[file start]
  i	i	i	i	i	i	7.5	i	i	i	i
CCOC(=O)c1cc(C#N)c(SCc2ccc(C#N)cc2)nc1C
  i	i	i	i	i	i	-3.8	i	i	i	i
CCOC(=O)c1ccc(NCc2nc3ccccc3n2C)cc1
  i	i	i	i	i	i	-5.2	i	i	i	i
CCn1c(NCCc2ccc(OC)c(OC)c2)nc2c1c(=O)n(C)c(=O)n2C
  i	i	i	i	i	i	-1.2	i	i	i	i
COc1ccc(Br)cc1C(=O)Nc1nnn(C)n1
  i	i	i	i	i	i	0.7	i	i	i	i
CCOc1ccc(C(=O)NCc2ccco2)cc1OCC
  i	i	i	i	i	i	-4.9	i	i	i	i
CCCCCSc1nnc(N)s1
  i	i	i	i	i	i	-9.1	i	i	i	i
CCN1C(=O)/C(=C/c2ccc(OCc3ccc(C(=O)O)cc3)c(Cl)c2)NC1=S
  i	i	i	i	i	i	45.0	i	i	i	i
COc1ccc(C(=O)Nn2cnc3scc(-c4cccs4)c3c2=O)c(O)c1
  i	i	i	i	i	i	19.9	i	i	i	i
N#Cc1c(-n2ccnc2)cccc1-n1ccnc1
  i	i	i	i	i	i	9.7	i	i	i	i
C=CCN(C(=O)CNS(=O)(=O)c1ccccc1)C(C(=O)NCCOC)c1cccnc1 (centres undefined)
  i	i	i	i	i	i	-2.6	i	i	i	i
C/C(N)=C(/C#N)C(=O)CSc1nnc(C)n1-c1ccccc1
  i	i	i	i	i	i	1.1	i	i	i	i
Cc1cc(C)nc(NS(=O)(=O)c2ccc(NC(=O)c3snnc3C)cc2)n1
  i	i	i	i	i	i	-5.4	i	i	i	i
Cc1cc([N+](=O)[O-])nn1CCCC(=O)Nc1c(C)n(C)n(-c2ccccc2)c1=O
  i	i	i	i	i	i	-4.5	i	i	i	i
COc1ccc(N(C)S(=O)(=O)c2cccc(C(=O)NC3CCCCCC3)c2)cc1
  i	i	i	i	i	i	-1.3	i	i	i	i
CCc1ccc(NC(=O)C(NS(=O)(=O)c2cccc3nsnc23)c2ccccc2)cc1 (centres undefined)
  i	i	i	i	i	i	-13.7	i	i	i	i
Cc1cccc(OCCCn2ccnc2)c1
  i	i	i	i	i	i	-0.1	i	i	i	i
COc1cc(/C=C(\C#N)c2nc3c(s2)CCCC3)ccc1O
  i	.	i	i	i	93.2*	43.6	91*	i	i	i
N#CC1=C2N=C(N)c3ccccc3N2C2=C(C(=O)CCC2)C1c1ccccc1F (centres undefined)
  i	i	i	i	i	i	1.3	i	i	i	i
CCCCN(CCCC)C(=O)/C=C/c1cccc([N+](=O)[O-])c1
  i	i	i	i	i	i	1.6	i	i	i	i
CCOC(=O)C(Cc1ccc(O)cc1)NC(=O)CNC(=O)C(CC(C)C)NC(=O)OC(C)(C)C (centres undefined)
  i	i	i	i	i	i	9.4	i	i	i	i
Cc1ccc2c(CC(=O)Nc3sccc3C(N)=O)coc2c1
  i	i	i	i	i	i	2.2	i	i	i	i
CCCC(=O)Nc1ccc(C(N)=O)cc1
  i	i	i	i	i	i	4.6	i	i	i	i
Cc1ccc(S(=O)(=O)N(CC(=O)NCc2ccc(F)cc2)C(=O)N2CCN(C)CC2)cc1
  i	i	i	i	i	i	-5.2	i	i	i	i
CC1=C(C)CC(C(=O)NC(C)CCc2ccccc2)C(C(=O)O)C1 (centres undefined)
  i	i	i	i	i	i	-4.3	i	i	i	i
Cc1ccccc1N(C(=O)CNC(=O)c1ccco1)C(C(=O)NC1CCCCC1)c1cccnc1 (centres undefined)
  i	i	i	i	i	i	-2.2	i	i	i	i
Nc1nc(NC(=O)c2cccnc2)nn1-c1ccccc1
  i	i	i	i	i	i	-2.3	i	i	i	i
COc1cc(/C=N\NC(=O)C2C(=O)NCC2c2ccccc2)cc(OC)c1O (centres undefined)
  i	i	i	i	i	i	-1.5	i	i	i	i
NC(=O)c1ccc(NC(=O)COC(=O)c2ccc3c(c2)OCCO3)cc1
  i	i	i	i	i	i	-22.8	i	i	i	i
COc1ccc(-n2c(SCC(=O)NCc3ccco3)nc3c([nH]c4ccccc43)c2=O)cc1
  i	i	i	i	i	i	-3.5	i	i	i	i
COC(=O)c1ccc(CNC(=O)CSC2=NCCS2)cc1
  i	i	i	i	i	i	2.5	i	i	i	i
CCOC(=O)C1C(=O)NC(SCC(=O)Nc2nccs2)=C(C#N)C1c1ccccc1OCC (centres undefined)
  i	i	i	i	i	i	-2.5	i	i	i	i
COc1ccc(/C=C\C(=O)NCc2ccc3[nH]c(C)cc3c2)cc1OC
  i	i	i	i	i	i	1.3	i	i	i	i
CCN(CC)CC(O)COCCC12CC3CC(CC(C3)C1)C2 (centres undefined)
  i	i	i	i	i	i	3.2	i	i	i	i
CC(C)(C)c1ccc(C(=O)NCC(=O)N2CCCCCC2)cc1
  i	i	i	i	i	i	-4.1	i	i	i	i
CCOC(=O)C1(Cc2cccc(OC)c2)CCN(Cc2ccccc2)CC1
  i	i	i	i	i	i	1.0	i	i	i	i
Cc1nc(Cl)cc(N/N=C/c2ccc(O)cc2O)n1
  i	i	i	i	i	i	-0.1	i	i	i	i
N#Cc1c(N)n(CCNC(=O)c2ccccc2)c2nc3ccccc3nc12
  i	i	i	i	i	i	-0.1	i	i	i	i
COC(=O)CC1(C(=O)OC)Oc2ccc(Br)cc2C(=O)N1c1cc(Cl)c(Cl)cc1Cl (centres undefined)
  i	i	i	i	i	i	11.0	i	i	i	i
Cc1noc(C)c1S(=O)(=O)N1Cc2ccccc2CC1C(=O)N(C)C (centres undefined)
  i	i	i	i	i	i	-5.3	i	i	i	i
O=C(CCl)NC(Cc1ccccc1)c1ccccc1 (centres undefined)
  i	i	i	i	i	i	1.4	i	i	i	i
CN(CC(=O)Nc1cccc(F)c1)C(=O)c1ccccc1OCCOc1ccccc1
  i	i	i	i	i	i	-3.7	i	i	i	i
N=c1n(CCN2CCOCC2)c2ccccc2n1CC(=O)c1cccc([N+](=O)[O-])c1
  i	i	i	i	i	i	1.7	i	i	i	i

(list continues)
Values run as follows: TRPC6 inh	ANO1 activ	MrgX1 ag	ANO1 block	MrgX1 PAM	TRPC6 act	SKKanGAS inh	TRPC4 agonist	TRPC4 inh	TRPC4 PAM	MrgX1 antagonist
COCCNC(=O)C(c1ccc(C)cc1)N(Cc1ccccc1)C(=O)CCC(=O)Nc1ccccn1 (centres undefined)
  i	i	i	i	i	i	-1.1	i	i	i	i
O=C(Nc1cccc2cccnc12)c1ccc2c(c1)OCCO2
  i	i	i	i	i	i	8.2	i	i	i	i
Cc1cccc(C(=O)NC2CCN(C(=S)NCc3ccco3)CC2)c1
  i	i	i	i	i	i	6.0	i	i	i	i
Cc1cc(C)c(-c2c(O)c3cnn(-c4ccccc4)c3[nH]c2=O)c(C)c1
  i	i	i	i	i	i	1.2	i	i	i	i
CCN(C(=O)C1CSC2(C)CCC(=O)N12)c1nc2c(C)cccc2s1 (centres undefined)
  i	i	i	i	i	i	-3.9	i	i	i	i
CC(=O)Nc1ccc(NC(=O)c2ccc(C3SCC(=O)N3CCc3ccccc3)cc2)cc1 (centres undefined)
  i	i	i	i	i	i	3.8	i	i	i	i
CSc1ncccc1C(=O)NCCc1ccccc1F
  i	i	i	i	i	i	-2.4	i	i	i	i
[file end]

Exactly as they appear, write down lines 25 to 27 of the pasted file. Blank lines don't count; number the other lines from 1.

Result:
  i	i	i	i	i	i	-5.4	i	i	i	i
Cc1cc([N+](=O)[O-])nn1CCCC(=O)Nc1c(C)n(C)n(-c2ccccc2)c1=O
  i	i	i	i	i	i	-4.5	i	i	i	i